Diabetes affects millions of people worldwide, including more than 5 million Americans. It is also one of those diseases that we tend to take as “part of life.” We go through periods where our glucose levels get out of whack, but we shrug them off and think they’ll come back into balance later on when the time is right. Keep reading to find out ways to assist you in the management of diabetes in pregnancy.
Higher Sugar Levels =
More Likely to Worsen Diabetes
The periods of time when our blood sugar levels fluctuate — which are especially more volatile during times like pregnancy, requires us to pay closer attention to our health.
Pregnancy’s Impacts on the Body
Pregnancy puts additional demands on your body, especially your pancreas. The hormone progesterone stimulates your insulin-producing cells (beta cells) to produce larger amounts of insulin in order to deal with all the extra nutrients being absorbed by your growing baby. In addition, since your kidneys aren’t working at full capacity while you’re carrying around another human, the amount of urine produced each day decreases.
This means less water in your bloodstream, which leads to dehydration. All these things together make controlling your blood glucose level much harder. You may find yourself experiencing hypoglycemia (low blood sugar), hyperglycemia (high blood sugar), or a combination of both [sources: Mayo Clinic; WebMD].
This article will focus on how to manage pre-existing type 1 or 2 diabetes in pregnancy and focuses on the management of diabetes in pregnancy. Type 1 diabetes usually develops after puberty and accounts for about 10 percent of diagnosed cases of diabetes.
Most people who develop type 1 diabetes experience symptoms such as fatigue, weight loss, frequent urination, increased thirst, hunger pains, blurred vision, dry eyes, slow healing cuts/bruises, recurrent infections, skin rashes, numbness in hands and feet, nerve damage, seizures, coma, kidney failure, heart attack, stroke, blindness, deafness, amputations, death, etc. If left untreated, it can cause severe problems ranging from birth defects to miscarriage.
Pregnancy and Type 2 Diabetes
Type 2 diabetes is far more common — accounting for 90–95 percent of all diagnosed cases of diabetes. Often referred to as adult onset diabetes, most people who develop it didn’t suffer any obvious childhood illnesses or trauma that might trigger it.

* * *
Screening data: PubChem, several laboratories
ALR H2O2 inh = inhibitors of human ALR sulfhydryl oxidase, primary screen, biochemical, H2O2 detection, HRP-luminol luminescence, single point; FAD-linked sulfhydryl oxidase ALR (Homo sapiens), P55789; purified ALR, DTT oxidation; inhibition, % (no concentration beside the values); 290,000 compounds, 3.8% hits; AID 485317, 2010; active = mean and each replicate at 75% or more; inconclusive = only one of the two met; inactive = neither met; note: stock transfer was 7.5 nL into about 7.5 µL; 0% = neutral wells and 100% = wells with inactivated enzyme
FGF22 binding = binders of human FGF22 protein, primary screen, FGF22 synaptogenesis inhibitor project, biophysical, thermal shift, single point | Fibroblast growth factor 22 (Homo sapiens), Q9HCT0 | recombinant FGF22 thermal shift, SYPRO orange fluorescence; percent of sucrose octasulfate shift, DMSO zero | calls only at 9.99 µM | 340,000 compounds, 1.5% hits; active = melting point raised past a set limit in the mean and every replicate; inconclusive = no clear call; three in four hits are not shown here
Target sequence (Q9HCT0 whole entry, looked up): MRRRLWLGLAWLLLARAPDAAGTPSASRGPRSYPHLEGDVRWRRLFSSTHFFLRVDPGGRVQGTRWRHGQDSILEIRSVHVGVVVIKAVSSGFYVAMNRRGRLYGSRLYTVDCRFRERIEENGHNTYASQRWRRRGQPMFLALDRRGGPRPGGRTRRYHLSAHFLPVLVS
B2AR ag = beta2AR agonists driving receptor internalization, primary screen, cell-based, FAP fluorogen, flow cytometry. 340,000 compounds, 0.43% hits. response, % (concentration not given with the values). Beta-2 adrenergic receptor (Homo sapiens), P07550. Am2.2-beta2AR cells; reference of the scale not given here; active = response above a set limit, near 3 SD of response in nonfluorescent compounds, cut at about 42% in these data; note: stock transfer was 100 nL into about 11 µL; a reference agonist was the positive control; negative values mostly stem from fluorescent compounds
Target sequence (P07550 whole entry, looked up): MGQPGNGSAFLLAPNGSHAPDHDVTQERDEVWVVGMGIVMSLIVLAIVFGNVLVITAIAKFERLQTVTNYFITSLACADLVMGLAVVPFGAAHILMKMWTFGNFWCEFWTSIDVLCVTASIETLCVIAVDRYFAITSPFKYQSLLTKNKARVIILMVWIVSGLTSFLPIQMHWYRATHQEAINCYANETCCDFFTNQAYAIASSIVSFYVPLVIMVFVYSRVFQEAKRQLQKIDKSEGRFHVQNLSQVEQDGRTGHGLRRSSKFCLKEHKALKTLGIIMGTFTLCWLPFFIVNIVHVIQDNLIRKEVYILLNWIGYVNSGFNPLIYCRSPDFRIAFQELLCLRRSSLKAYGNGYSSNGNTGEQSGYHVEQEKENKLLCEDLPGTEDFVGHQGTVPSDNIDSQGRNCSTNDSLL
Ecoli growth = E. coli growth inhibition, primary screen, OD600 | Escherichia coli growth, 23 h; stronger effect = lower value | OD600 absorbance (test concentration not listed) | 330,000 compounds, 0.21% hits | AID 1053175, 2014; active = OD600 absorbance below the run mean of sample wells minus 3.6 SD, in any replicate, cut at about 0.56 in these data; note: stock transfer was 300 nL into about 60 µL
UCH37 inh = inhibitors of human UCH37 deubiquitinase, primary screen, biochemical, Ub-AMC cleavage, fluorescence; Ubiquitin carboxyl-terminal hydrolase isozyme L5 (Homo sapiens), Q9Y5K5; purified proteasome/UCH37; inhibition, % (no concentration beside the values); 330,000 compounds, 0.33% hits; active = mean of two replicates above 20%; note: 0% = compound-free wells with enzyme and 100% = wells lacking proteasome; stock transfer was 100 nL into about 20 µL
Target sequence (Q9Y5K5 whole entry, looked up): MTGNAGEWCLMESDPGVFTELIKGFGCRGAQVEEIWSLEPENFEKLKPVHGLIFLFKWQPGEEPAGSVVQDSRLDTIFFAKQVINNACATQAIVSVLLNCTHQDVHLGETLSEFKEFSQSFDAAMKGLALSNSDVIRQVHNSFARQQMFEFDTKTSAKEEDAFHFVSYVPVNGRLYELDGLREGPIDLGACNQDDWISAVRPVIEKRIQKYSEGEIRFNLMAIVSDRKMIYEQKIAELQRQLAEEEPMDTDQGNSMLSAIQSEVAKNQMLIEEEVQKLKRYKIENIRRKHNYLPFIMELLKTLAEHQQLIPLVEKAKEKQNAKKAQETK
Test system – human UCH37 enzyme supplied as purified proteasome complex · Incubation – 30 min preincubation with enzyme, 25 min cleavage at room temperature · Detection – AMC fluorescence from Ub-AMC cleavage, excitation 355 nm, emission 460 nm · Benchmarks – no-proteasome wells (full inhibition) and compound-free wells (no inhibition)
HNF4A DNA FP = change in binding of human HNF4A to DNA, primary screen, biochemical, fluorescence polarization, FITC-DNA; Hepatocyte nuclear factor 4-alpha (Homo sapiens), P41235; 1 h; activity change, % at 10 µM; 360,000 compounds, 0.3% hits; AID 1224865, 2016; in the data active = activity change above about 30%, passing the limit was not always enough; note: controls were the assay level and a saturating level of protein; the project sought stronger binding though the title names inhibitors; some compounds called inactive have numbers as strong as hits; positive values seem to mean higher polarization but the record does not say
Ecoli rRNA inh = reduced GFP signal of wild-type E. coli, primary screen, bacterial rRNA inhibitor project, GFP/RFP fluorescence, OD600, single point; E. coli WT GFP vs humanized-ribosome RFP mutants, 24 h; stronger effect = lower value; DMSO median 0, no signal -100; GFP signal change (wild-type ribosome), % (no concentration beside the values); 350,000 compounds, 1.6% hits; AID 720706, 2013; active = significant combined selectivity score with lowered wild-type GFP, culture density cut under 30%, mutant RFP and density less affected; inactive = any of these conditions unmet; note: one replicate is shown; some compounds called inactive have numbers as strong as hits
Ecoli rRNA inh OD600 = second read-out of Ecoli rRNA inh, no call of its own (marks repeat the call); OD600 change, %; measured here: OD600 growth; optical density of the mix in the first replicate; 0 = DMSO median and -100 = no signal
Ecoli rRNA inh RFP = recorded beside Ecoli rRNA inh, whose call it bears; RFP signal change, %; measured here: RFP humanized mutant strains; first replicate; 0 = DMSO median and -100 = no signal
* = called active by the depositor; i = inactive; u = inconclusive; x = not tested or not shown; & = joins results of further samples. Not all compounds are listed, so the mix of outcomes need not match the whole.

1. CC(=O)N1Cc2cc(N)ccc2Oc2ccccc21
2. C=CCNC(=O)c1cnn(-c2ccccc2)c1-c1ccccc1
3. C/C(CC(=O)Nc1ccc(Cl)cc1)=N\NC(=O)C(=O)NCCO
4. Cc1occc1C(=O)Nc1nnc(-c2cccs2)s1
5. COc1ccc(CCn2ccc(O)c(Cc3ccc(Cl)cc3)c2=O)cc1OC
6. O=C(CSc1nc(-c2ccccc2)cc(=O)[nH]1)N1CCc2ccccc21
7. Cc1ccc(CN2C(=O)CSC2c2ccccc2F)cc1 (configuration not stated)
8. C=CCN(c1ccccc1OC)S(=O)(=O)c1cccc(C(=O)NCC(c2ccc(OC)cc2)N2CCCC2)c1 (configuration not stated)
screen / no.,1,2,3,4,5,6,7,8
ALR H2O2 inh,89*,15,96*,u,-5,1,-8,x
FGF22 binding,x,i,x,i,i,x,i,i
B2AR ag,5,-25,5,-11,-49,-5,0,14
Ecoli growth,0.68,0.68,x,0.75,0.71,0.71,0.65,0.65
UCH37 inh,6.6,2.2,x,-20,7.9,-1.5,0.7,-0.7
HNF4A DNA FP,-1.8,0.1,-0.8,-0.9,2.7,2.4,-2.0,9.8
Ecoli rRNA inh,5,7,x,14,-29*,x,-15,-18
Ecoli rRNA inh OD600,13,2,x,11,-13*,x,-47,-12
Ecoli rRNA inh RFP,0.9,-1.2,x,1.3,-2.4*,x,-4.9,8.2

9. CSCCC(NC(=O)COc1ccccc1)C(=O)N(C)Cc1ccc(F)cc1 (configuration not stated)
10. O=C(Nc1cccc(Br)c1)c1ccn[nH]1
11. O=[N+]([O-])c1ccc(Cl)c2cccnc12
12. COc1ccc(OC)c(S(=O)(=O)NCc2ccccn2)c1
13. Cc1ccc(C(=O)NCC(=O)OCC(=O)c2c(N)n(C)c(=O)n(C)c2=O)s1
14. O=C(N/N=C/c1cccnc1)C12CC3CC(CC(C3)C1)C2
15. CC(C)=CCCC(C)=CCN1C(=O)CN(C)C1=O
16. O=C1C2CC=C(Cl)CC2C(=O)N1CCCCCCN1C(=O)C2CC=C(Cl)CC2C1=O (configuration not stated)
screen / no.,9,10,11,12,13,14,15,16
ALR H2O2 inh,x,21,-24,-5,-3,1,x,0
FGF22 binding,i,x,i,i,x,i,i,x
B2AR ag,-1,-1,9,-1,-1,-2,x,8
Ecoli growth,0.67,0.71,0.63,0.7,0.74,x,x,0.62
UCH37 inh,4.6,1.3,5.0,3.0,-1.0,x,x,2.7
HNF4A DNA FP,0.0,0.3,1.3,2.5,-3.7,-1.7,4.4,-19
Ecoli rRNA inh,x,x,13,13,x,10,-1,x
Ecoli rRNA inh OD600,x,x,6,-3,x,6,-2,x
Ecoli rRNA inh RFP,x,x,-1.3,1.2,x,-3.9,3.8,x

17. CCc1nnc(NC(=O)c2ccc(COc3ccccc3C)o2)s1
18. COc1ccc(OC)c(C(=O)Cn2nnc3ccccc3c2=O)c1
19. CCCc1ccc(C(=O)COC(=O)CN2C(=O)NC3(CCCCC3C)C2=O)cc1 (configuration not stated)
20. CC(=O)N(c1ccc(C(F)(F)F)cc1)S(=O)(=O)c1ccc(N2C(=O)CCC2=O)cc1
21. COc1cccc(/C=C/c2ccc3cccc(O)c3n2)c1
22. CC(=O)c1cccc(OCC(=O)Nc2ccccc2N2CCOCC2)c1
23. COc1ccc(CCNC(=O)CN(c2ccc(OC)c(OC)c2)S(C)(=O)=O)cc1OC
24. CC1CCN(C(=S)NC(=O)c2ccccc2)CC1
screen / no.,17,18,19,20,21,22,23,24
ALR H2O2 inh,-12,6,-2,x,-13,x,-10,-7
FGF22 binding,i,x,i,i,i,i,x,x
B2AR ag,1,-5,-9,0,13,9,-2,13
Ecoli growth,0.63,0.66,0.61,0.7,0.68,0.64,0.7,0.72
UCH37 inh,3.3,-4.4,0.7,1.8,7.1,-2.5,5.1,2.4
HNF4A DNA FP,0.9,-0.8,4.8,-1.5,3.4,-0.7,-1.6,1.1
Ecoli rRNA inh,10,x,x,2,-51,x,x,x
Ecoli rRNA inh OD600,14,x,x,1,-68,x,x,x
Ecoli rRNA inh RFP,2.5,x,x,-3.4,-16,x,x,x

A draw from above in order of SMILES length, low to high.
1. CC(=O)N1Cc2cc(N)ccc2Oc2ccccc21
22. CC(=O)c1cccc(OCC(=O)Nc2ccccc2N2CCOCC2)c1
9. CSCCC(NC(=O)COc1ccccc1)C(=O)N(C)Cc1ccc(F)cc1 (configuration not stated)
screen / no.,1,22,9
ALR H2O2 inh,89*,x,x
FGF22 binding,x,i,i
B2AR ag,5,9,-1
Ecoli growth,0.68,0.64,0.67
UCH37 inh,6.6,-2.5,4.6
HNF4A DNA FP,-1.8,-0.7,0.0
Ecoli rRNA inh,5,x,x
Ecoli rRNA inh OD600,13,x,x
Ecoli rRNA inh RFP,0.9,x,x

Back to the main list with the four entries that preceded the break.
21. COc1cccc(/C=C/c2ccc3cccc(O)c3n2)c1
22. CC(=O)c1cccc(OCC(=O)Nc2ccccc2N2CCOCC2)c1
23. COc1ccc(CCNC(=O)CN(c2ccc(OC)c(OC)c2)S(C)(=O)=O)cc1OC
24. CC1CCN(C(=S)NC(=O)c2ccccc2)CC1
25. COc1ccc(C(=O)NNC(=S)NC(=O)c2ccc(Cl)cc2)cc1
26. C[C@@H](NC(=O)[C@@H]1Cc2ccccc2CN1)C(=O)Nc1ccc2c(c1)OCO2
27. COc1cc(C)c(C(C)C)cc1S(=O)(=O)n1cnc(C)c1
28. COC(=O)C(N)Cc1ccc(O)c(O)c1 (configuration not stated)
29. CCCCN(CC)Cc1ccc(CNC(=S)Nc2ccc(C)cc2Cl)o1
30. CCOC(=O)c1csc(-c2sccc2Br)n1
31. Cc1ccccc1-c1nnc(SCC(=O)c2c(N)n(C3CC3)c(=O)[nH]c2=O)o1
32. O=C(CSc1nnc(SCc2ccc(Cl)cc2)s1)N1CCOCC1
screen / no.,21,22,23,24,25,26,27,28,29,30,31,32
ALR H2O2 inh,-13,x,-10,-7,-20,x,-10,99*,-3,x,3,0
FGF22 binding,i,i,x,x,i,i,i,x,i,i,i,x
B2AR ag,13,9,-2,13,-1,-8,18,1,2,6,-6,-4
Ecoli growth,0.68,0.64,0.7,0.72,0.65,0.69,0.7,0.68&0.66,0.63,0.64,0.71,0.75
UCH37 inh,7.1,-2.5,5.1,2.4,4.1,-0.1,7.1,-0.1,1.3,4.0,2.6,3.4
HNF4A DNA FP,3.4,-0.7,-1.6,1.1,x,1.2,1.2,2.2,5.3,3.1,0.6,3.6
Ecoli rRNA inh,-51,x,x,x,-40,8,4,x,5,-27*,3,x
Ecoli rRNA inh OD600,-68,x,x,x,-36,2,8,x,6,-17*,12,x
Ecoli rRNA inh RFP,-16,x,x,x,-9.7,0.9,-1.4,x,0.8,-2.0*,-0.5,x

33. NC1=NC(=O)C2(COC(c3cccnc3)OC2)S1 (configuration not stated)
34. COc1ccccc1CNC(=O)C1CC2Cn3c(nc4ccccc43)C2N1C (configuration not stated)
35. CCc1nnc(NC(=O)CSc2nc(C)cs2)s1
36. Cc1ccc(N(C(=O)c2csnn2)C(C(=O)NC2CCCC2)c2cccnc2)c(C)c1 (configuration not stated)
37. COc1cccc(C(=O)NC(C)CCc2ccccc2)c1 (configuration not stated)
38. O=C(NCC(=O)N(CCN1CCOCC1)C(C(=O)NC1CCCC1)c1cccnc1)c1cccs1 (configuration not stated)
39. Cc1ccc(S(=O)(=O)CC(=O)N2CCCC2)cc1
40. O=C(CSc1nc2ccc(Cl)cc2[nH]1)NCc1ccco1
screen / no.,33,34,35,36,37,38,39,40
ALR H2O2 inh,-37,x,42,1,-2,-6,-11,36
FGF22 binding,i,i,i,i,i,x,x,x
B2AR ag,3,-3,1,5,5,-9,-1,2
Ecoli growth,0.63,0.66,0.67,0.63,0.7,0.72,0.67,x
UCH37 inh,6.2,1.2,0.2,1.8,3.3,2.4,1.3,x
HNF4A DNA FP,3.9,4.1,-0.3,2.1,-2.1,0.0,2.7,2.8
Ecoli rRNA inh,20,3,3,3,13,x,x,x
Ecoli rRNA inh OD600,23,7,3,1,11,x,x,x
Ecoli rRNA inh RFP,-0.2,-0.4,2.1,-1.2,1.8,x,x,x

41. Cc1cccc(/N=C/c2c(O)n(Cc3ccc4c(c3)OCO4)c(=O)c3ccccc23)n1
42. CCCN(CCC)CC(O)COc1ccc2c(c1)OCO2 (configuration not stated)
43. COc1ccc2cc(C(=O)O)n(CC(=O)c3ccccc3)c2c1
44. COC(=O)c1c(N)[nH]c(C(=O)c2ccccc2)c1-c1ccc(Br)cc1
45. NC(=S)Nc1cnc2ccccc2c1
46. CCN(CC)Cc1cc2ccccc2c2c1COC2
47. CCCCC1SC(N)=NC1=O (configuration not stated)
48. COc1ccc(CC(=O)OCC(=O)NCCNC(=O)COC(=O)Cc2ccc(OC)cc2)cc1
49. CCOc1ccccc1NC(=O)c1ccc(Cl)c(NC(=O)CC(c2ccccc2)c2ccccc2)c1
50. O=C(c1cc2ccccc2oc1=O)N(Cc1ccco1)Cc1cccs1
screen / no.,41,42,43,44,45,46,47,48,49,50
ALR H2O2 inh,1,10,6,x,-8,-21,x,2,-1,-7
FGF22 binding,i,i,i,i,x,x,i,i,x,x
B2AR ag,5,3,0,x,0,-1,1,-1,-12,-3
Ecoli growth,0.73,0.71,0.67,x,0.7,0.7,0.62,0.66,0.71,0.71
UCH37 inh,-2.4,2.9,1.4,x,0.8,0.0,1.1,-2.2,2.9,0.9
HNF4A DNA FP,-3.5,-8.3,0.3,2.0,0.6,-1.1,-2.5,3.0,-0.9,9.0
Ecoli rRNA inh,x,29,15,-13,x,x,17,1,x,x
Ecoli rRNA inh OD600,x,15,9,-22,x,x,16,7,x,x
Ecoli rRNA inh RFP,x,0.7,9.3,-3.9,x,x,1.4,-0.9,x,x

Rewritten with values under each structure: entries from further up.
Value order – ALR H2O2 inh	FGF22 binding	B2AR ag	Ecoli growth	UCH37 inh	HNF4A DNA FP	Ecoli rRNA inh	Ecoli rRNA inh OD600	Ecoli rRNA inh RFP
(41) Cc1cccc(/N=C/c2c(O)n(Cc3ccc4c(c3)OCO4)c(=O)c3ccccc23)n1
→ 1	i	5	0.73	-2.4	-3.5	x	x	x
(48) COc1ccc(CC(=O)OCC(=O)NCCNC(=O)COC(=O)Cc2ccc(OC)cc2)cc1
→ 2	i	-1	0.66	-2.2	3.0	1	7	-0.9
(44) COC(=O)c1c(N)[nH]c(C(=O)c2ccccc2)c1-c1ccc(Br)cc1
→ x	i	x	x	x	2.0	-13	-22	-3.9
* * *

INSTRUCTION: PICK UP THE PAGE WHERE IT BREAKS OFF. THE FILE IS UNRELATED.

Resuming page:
People with type 2 diabetes lose their ability to control the amount of sugar (glucose) entering their bodies due to various reasons — mostly genetics and lifestyle habits. Let’s go over some factors that contribute to diabetes, then take a look at ways to provide management of diabetes in pregnancy.
As mentioned earlier, many factors contribute to its development, such as:
- lack of exercise
- family history
- personal medical issues
Left unchecked, it can result in serious health consequences over time, such as:
- cardiovascular disease
- eye disorders
- foot injuries
- gum disease
- chronic pain
- and many more….
The good news is that there are lots of options available to help reduce the risk of developing either form of diabetes in the first place, and also some tips for the management of pre existing diabetes in pregnancy. Let’s begin with what you should do before conceiving a child…
Increase your consumption of veggies, fruits, legumes, nuts, seeds, unprocessed meats, seafood, eggs, dairy products, beans, lentils, seaweeds, garlic, onions, peppers, cinnamon, curry powder, turmeric, ginger, rosemary leaves, oregano, sage, thyme, basil, peppermint, cloves, juniper berries, nutmeg, bay leaf, marjoram, mint, curry leaves, lovage, savory, sesame seed oil, sea salt, soy sauce, mustard, lemon balm, rose petals, lavender flowers, tarragon, cardamon, allspice, cloves, vanilla bean paste, saffron, coriander, paprika, parsley flakes, etc.
- Be aware of your risk factors